Culture and Health Persuasion: Differences between Koreans and Americans

Sukki Yoon, Ashok K. Lalwani, Patrick T. Vargas, Kacy Kim, Charles R. Taylor

Research output: Contribution to journalArticle

Abstract

Four studies examined the perceived persuasiveness of pro-and anti-health messages among Koreans and Americans. Results indicated that the perceived effectiveness of messages in the two countries depends on whether a healthy (e.g., anti-smoking) or an unhealthy (pro-smoking) behavior is advocated. In general, Americans believed that they were more persuaded than others by messages advocating healthy behavior, whereas Koreans believed that they were less persuaded than others by such messages. In contrast, Americans believed that they were less persuaded than others by messages advocating unhealthy behavior, whereas this tendency was not found among Koreans. Implications and avenues for future research are discussed.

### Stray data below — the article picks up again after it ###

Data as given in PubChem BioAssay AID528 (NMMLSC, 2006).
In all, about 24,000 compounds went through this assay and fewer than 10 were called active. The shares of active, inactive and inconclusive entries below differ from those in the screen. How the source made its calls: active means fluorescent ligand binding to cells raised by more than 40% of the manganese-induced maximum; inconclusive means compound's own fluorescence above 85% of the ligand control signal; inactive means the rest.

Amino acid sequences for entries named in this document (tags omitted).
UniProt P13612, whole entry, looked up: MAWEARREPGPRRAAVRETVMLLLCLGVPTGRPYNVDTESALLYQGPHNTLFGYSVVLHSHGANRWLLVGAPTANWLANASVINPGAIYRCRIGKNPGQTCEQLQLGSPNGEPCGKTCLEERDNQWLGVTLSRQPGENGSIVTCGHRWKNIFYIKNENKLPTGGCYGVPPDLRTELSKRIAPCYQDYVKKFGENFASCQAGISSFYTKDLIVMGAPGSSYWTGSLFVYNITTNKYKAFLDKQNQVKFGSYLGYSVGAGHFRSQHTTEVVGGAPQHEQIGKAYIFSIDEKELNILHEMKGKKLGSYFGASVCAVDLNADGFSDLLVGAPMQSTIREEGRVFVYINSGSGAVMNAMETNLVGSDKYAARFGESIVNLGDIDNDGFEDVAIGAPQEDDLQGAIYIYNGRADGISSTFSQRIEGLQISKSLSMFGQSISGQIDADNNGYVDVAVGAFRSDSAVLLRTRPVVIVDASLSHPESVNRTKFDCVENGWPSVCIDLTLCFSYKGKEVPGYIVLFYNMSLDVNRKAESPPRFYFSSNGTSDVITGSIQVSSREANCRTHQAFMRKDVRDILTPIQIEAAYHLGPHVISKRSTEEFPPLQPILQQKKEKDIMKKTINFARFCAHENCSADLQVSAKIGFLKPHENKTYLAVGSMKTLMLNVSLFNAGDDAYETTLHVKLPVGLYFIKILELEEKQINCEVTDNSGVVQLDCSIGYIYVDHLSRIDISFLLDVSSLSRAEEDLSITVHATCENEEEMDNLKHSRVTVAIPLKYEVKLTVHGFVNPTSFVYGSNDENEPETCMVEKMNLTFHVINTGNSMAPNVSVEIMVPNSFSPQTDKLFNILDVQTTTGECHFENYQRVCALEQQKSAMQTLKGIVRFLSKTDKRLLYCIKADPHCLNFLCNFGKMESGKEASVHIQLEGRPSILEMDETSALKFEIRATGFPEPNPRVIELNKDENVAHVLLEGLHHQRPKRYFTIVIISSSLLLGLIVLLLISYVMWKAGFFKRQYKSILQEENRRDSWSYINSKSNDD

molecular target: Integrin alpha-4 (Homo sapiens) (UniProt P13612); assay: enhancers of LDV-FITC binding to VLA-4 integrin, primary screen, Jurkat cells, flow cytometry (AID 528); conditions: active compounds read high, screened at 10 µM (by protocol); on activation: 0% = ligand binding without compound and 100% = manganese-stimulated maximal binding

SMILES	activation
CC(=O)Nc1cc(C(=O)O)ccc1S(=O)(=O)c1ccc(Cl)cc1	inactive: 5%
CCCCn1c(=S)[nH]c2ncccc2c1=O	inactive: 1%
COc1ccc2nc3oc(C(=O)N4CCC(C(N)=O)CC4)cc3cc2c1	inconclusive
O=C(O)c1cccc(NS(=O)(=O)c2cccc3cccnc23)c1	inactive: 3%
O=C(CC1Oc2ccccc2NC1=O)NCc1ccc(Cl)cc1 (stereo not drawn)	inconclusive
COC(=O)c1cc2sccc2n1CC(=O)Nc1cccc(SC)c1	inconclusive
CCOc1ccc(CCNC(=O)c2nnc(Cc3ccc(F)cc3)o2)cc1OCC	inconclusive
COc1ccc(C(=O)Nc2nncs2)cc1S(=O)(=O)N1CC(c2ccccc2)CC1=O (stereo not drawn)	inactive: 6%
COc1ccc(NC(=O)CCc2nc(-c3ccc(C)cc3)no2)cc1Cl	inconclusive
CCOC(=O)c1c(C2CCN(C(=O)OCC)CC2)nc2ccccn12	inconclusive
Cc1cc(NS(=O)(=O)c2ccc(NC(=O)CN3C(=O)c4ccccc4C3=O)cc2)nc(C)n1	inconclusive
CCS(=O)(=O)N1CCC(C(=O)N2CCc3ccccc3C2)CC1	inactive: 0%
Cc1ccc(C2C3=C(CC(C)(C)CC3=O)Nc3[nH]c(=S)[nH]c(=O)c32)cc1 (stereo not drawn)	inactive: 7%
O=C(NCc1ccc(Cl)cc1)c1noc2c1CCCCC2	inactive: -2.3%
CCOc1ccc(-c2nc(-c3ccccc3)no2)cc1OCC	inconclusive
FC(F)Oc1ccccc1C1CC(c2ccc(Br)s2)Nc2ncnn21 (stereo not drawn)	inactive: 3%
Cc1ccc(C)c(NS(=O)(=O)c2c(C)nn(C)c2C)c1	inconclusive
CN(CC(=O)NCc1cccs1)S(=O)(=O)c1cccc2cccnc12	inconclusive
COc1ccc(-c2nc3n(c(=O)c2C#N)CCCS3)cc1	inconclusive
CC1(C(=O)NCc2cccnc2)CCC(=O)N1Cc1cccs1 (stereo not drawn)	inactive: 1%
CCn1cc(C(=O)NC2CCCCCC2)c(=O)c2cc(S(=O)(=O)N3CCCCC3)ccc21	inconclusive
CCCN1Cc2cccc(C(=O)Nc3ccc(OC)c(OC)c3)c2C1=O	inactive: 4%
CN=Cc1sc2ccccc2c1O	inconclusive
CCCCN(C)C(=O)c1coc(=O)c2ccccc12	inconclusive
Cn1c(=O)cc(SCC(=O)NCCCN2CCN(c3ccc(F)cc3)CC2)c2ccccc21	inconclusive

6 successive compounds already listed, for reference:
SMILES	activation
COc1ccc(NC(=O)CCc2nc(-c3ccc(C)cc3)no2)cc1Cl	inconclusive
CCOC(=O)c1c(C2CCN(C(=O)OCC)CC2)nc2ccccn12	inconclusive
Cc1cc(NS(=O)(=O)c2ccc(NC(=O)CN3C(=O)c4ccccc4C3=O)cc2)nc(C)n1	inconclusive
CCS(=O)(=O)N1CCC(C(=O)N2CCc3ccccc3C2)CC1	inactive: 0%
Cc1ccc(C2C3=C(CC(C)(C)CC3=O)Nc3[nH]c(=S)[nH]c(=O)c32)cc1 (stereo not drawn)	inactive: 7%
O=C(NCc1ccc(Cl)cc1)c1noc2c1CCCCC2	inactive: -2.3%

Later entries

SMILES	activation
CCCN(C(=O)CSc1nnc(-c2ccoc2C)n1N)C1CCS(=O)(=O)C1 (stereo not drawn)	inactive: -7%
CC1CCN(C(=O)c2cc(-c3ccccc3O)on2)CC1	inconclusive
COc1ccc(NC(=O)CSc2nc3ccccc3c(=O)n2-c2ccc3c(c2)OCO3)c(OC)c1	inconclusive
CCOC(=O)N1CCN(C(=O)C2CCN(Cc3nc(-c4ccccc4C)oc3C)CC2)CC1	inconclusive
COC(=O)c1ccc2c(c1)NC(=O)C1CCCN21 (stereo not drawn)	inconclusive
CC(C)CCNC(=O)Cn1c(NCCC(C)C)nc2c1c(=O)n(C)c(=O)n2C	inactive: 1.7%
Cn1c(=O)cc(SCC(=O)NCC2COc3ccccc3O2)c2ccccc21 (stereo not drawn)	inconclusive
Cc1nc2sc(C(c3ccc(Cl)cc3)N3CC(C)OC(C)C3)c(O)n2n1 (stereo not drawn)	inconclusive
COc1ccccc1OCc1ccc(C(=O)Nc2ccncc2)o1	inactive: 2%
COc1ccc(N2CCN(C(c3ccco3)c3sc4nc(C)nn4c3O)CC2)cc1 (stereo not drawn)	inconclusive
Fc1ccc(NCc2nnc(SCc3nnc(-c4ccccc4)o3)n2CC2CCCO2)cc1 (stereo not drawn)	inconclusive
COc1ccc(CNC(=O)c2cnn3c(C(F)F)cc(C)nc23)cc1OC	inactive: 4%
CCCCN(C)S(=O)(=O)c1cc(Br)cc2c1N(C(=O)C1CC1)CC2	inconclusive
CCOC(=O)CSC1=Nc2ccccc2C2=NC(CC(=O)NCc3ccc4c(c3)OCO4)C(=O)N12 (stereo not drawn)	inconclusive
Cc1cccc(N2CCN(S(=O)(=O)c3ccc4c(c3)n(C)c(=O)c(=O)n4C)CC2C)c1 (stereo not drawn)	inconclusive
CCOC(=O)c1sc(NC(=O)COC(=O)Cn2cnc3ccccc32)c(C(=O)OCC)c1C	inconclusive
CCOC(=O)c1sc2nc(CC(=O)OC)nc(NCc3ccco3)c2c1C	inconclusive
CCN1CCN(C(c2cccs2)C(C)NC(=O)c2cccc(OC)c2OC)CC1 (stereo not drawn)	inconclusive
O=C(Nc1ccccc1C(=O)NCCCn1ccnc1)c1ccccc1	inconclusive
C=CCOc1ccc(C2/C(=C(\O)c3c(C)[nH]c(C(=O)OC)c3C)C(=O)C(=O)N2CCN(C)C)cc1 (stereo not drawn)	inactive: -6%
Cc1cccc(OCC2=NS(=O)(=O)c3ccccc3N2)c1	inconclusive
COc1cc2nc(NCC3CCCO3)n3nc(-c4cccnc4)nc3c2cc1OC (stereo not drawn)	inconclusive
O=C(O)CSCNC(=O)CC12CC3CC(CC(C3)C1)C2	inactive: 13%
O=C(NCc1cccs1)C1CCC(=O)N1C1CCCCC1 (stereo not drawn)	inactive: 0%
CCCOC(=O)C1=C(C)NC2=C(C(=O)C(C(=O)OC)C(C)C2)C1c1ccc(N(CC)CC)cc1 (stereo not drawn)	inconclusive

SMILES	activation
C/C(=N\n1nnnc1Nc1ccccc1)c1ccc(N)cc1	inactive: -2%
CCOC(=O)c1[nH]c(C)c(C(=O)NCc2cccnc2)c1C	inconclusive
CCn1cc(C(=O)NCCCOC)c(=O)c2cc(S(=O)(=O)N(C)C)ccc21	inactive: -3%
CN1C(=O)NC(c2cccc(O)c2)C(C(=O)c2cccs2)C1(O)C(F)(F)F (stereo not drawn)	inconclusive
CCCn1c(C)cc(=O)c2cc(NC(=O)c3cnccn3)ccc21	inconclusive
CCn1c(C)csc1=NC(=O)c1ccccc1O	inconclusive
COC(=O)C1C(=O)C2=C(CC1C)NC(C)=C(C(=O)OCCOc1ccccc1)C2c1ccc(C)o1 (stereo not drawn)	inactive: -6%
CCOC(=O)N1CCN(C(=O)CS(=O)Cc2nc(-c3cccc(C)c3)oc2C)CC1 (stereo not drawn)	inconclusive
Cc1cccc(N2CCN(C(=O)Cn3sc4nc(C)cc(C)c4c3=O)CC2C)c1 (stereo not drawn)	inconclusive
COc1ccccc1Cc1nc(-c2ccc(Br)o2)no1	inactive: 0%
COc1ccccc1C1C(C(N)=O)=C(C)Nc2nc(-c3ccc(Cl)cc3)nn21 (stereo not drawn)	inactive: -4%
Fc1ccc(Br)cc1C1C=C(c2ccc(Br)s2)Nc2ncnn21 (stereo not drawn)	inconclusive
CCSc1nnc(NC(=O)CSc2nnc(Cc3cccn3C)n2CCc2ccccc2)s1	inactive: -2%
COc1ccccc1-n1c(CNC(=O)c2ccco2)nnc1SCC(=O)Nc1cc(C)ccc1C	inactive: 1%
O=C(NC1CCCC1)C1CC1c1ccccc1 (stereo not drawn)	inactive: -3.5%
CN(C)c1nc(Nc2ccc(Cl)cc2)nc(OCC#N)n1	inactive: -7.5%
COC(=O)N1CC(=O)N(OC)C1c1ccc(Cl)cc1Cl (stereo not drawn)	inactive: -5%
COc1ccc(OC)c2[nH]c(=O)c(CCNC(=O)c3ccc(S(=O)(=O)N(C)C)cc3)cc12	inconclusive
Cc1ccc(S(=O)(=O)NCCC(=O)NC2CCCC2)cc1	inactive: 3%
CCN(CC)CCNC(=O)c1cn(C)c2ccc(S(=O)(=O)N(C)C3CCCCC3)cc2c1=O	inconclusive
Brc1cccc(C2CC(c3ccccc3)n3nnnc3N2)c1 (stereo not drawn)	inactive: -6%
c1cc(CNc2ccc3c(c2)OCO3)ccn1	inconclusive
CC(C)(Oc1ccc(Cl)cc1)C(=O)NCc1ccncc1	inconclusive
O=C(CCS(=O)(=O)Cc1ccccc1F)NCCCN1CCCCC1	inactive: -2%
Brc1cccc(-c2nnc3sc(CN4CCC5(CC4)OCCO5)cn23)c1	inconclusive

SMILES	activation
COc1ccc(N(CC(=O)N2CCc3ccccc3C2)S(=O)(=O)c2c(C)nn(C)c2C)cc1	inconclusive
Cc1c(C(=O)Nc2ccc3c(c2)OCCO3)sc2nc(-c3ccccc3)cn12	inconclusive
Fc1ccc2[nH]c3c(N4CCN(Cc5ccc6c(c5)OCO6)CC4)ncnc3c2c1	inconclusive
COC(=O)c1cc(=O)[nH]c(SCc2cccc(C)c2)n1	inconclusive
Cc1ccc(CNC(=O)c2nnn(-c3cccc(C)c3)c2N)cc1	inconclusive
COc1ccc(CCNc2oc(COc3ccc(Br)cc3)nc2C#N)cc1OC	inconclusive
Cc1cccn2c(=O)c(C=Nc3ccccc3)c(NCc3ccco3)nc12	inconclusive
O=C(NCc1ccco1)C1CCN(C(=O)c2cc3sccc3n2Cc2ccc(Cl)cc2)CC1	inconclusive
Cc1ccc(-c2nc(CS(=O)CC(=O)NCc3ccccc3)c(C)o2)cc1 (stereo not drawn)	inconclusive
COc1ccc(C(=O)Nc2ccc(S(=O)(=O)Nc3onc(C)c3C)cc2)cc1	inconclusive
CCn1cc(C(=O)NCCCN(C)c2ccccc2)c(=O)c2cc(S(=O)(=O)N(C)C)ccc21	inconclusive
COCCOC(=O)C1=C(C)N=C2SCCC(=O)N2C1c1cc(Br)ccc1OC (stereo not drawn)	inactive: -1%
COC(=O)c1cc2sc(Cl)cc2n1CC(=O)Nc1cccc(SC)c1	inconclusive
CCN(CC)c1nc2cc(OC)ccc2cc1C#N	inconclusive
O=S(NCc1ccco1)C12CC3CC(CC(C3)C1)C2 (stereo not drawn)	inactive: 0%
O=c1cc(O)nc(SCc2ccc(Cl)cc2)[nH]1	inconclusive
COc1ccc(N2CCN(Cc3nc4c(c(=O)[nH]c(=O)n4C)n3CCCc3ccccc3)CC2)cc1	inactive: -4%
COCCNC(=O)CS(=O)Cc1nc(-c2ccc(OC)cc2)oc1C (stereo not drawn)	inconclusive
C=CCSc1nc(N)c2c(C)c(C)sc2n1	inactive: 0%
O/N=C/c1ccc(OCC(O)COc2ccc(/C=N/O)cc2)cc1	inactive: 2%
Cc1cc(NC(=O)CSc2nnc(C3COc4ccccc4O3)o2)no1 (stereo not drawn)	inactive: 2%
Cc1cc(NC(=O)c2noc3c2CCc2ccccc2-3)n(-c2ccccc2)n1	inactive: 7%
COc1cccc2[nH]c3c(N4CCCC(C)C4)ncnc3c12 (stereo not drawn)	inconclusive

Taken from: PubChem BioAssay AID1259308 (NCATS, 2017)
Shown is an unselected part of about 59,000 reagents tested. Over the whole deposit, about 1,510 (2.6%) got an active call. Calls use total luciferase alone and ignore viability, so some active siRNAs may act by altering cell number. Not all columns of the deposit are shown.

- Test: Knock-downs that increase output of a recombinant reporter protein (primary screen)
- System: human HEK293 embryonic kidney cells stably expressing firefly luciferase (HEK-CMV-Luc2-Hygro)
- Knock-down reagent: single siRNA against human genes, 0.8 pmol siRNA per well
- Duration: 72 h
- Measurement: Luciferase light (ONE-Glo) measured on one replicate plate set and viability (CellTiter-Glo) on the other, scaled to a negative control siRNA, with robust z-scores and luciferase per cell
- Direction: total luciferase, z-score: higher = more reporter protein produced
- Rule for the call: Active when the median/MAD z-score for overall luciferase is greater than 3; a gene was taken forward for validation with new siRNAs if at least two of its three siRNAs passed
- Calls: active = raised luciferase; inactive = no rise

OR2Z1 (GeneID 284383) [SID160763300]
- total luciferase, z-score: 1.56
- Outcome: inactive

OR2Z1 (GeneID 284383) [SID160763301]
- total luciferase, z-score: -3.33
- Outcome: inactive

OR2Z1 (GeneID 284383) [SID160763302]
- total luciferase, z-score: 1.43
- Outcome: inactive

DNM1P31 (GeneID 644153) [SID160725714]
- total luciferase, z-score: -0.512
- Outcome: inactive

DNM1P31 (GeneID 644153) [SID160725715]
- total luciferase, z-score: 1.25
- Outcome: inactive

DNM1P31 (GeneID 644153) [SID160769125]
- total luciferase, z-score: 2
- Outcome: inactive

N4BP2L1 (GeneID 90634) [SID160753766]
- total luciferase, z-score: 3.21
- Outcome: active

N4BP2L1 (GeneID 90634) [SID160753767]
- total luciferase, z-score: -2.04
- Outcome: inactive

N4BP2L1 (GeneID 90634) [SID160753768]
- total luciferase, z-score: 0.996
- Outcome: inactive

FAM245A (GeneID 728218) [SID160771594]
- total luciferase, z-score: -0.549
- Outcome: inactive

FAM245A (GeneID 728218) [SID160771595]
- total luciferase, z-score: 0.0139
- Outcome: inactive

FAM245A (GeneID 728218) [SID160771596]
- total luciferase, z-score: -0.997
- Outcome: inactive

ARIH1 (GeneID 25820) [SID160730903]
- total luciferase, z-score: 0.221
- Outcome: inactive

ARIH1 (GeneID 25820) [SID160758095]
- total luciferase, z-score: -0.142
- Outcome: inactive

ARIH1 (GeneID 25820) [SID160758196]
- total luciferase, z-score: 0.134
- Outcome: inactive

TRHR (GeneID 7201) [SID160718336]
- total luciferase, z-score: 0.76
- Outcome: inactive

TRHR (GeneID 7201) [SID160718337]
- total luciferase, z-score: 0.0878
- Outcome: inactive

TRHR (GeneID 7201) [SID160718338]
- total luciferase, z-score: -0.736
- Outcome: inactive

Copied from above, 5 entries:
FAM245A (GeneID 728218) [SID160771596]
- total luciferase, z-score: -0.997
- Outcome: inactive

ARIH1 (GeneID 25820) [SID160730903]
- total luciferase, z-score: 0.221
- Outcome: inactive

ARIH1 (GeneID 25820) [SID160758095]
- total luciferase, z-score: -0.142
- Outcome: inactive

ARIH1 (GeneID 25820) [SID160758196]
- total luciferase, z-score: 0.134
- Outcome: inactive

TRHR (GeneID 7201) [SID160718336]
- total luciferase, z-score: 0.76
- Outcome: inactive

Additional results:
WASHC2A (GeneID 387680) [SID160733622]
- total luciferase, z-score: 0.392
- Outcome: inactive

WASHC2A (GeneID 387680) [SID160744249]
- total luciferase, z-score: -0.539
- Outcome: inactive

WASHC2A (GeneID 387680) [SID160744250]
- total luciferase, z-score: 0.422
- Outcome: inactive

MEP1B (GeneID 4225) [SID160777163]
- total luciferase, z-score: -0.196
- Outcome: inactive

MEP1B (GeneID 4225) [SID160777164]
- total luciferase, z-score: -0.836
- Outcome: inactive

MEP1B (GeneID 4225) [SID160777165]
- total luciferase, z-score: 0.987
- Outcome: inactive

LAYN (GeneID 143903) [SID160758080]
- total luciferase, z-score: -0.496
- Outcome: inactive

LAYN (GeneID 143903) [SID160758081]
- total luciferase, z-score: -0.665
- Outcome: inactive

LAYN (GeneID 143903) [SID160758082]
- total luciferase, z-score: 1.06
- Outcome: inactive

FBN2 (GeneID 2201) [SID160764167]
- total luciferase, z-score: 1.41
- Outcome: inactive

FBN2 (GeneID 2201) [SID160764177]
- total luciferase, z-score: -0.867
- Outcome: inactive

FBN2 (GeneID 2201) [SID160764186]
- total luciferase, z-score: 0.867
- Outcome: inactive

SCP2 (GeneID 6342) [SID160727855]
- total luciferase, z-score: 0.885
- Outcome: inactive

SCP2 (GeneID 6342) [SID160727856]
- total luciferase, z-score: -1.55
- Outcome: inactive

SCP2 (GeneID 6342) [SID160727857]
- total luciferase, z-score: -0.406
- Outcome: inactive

Original languageEnglish (US)
JournalJournal of Current Issues and Research in Advertising
DOIs
StateAccepted/In press - Jan 1 2020

ASJC Scopus subject areas

  • Marketing

Fingerprint Dive into the research topics of 'Culture and Health Persuasion: Differences between Koreans and Americans'. Together they form a unique fingerprint.

  • Cite this